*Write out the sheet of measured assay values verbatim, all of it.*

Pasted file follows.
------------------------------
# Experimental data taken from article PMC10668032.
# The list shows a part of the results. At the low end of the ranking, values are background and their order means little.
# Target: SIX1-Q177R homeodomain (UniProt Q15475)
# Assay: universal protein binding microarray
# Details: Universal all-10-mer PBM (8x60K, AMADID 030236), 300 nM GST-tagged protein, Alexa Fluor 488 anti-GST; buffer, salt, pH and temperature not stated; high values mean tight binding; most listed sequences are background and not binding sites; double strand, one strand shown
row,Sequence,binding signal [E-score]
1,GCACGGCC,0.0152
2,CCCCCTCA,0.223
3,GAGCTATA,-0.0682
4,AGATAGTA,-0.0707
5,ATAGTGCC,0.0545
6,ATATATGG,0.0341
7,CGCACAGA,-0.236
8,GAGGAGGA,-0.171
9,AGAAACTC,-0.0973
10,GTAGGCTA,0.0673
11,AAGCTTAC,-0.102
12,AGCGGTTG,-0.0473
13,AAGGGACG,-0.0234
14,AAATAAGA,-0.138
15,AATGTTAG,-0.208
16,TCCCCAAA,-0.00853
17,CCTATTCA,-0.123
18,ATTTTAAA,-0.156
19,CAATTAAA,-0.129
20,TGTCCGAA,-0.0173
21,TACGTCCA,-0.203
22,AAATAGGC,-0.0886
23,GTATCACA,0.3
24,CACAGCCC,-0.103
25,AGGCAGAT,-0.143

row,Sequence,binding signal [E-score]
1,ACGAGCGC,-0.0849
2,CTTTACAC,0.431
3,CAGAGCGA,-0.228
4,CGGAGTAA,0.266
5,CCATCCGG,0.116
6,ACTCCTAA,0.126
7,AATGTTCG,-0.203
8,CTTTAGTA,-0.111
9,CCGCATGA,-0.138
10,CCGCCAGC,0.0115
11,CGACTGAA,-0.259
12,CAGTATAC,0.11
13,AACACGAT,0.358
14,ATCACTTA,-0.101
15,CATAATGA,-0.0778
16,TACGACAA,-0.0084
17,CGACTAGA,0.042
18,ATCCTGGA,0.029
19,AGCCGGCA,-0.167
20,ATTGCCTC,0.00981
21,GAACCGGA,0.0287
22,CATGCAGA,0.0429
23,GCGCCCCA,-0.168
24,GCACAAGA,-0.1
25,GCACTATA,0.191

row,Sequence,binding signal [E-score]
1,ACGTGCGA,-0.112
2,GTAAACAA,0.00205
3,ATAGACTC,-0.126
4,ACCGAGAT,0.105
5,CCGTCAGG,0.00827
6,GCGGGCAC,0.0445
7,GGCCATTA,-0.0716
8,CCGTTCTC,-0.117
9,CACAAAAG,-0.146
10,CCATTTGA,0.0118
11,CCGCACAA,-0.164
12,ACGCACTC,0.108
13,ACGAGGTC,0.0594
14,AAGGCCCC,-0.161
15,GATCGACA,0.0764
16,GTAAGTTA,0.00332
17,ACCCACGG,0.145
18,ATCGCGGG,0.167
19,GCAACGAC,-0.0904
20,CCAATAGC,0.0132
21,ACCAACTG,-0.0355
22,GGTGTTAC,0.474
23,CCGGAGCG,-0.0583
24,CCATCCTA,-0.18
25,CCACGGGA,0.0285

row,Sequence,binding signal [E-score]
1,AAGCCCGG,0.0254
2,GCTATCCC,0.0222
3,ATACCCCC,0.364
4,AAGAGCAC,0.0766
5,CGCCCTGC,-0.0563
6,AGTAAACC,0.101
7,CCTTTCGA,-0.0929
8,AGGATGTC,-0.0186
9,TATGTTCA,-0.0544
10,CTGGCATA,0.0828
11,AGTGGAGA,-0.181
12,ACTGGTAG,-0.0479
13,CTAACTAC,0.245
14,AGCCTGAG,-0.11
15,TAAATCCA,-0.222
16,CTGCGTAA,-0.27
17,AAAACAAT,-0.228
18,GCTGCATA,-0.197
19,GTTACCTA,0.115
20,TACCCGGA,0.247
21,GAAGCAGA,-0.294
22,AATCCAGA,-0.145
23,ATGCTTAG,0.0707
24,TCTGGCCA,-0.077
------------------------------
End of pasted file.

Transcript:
# Experimental data taken from article PMC10668032.
# The list shows a part of the results. At the low end of the ranking, values are background and their order means little.
# Target: SIX1-Q177R homeodomain (UniProt Q15475)
# Assay: universal protein binding microarray
# Details: Universal all-10-mer PBM (8x60K, AMADID 030236), 300 nM GST-tagged protein, Alexa Fluor 488 anti-GST; buffer, salt, pH and temperature not stated; high values mean tight binding; most listed sequences are background and not binding sites; double strand, one strand shown
row,Sequence,binding signal [E-score]
1,GCACGGCC,0.0152
2,CCCCCTCA,0.223
3,GAGCTATA,-0.0682
4,AGATAGTA,-0.0707
5,ATAGTGCC,0.0545
6,ATATATGG,0.0341
7,CGCACAGA,-0.236
8,GAGGAGGA,-0.171
9,AGAAACTC,-0.0973
10,GTAGGCTA,0.0673
11,AAGCTTAC,-0.102
12,AGCGGTTG,-0.0473
13,AAGGGACG,-0.0234
14,AAATAAGA,-0.138
15,AATGTTAG,-0.208
16,TCCCCAAA,-0.00853
17,CCTATTCA,-0.123
18,ATTTTAAA,-0.156
19,CAATTAAA,-0.129
20,TGTCCGAA,-0.0173
21,TACGTCCA,-0.203
22,AAATAGGC,-0.0886
23,GTATCACA,0.3
24,CACAGCCC,-0.103
25,AGGCAGAT,-0.143

row,Sequence,binding signal [E-score]
1,ACGAGCGC,-0.0849
2,CTTTACAC,0.431
3,CAGAGCGA,-0.228
4,CGGAGTAA,0.266
5,CCATCCGG,0.116
6,ACTCCTAA,0.126
7,AATGTTCG,-0.203
8,CTTTAGTA,-0.111
9,CCGCATGA,-0.138
10,CCGCCAGC,0.0115
11,CGACTGAA,-0.259
12,CAGTATAC,0.11
13,AACACGAT,0.358
14,ATCACTTA,-0.101
15,CATAATGA,-0.0778
16,TACGACAA,-0.0084
17,CGACTAGA,0.042
18,ATCCTGGA,0.029
19,AGCCGGCA,-0.167
20,ATTGCCTC,0.00981
21,GAACCGGA,0.0287
22,CATGCAGA,0.0429
23,GCGCCCCA,-0.168
24,GCACAAGA,-0.1
25,GCACTATA,0.191

row,Sequence,binding signal [E-score]
1,ACGTGCGA,-0.112
2,GTAAACAA,0.00205
3,ATAGACTC,-0.126
4,ACCGAGAT,0.105
5,CCGTCAGG,0.00827
6,GCGGGCAC,0.0445
7,GGCCATTA,-0.0716
8,CCGTTCTC,-0.117
9,CACAAAAG,-0.146
10,CCATTTGA,0.0118
11,CCGCACAA,-0.164
12,ACGCACTC,0.108
13,ACGAGGTC,0.0594
14,AAGGCCCC,-0.161
15,GATCGACA,0.0764
16,GTAAGTTA,0.00332
17,ACCCACGG,0.145
18,ATCGCGGG,0.167
19,GCAACGAC,-0.0904
20,CCAATAGC,0.0132
21,ACCAACTG,-0.0355
22,GGTGTTAC,0.474
23,CCGGAGCG,-0.0583
24,CCATCCTA,-0.18
25,CCACGGGA,0.0285

row,Sequence,binding signal [E-score]
1,AAGCCCGG,0.0254
2,GCTATCCC,0.0222
3,ATACCCCC,0.364
4,AAGAGCAC,0.0766
5,CGCCCTGC,-0.0563
6,AGTAAACC,0.101
7,CCTTTCGA,-0.0929
8,AGGATGTC,-0.0186
9,TATGTTCA,-0.0544
10,CTGGCATA,0.0828
11,AGTGGAGA,-0.181
12,ACTGGTAG,-0.0479
13,CTAACTAC,0.245
14,AGCCTGAG,-0.11
15,TAAATCCA,-0.222
16,CTGCGTAA,-0.27
17,AAAACAAT,-0.228
18,GCTGCATA,-0.197
19,GTTACCTA,0.115
20,TACCCGGA,0.247
21,GAAGCAGA,-0.294
22,AATCCAGA,-0.145
23,ATGCTTAG,0.0707
24,TCTGGCCA,-0.077